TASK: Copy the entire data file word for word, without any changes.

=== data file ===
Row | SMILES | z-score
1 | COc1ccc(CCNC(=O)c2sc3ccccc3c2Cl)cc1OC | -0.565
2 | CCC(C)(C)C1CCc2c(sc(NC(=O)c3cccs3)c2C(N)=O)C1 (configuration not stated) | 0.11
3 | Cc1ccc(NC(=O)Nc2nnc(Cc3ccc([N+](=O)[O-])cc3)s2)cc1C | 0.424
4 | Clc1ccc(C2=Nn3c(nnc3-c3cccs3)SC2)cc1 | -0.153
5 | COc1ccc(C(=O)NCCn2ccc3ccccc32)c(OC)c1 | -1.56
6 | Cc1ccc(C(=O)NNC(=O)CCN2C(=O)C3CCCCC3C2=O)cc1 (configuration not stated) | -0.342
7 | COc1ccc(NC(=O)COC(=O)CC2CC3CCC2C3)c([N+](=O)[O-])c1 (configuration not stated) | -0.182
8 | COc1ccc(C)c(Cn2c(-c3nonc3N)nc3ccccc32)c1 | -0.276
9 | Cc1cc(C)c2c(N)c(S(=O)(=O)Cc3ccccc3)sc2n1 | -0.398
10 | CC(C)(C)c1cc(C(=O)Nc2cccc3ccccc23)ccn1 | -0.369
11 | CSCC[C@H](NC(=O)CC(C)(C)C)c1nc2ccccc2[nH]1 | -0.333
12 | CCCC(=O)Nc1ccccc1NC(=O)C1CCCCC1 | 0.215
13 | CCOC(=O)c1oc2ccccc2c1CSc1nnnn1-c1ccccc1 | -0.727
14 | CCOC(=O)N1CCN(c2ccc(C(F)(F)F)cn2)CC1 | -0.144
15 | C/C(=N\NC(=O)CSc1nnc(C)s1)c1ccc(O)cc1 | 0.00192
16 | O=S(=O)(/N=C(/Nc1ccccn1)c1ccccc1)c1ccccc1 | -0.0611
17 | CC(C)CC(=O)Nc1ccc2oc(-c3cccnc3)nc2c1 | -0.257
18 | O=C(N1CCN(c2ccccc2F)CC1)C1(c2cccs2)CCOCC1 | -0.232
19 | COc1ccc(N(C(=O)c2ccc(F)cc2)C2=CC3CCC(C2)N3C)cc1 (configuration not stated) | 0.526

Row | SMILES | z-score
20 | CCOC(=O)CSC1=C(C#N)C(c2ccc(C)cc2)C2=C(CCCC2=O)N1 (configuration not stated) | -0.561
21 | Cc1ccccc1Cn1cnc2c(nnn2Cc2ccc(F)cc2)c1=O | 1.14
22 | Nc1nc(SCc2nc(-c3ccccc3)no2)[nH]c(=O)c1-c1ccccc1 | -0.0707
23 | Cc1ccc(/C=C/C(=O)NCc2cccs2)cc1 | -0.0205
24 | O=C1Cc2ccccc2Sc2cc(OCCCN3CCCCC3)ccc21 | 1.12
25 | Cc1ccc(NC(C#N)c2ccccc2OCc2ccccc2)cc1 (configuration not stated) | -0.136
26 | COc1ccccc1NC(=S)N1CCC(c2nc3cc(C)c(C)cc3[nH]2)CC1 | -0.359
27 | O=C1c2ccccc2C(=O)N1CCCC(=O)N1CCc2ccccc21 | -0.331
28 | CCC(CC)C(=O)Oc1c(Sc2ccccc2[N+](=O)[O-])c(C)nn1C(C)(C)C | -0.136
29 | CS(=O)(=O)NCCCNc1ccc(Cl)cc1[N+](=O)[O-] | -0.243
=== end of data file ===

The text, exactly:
Row | SMILES | z-score
1 | COc1ccc(CCNC(=O)c2sc3ccccc3c2Cl)cc1OC | -0.565
2 | CCC(C)(C)C1CCc2c(sc(NC(=O)c3cccs3)c2C(N)=O)C1 (configuration not stated) | 0.11
3 | Cc1ccc(NC(=O)Nc2nnc(Cc3ccc([N+](=O)[O-])cc3)s2)cc1C | 0.424
4 | Clc1ccc(C2=Nn3c(nnc3-c3cccs3)SC2)cc1 | -0.153
5 | COc1ccc(C(=O)NCCn2ccc3ccccc32)c(OC)c1 | -1.56
6 | Cc1ccc(C(=O)NNC(=O)CCN2C(=O)C3CCCCC3C2=O)cc1 (configuration not stated) | -0.342
7 | COc1ccc(NC(=O)COC(=O)CC2CC3CCC2C3)c([N+](=O)[O-])c1 (configuration not stated) | -0.182
8 | COc1ccc(C)c(Cn2c(-c3nonc3N)nc3ccccc32)c1 | -0.276
9 | Cc1cc(C)c2c(N)c(S(=O)(=O)Cc3ccccc3)sc2n1 | -0.398
10 | CC(C)(C)c1cc(C(=O)Nc2cccc3ccccc23)ccn1 | -0.369
11 | CSCC[C@H](NC(=O)CC(C)(C)C)c1nc2ccccc2[nH]1 | -0.333
12 | CCCC(=O)Nc1ccccc1NC(=O)C1CCCCC1 | 0.215
13 | CCOC(=O)c1oc2ccccc2c1CSc1nnnn1-c1ccccc1 | -0.727
14 | CCOC(=O)N1CCN(c2ccc(C(F)(F)F)cn2)CC1 | -0.144
15 | C/C(=N\NC(=O)CSc1nnc(C)s1)c1ccc(O)cc1 | 0.00192
16 | O=S(=O)(/N=C(/Nc1ccccn1)c1ccccc1)c1ccccc1 | -0.0611
17 | CC(C)CC(=O)Nc1ccc2oc(-c3cccnc3)nc2c1 | -0.257
18 | O=C(N1CCN(c2ccccc2F)CC1)C1(c2cccs2)CCOCC1 | -0.232
19 | COc1ccc(N(C(=O)c2ccc(F)cc2)C2=CC3CCC(C2)N3C)cc1 (configuration not stated) | 0.526

Row | SMILES | z-score
20 | CCOC(=O)CSC1=C(C#N)C(c2ccc(C)cc2)C2=C(CCCC2=O)N1 (configuration not stated) | -0.561
21 | Cc1ccccc1Cn1cnc2c(nnn2Cc2ccc(F)cc2)c1=O | 1.14
22 | Nc1nc(SCc2nc(-c3ccccc3)no2)[nH]c(=O)c1-c1ccccc1 | -0.0707
23 | Cc1ccc(/C=C/C(=O)NCc2cccs2)cc1 | -0.0205
24 | O=C1Cc2ccccc2Sc2cc(OCCCN3CCCCC3)ccc21 | 1.12
25 | Cc1ccc(NC(C#N)c2ccccc2OCc2ccccc2)cc1 (configuration not stated) | -0.136
26 | COc1ccccc1NC(=S)N1CCC(c2nc3cc(C)c(C)cc3[nH]2)CC1 | -0.359
27 | O=C1c2ccccc2C(=O)N1CCCC(=O)N1CCc2ccccc21 | -0.331
28 | CCC(CC)C(=O)Oc1c(Sc2ccccc2[N+](=O)[O-])c(C)nn1C(C)(C)C | -0.136
29 | CS(=O)(=O)NCCCNc1ccc(Cl)cc1[N+](=O)[O-] | -0.243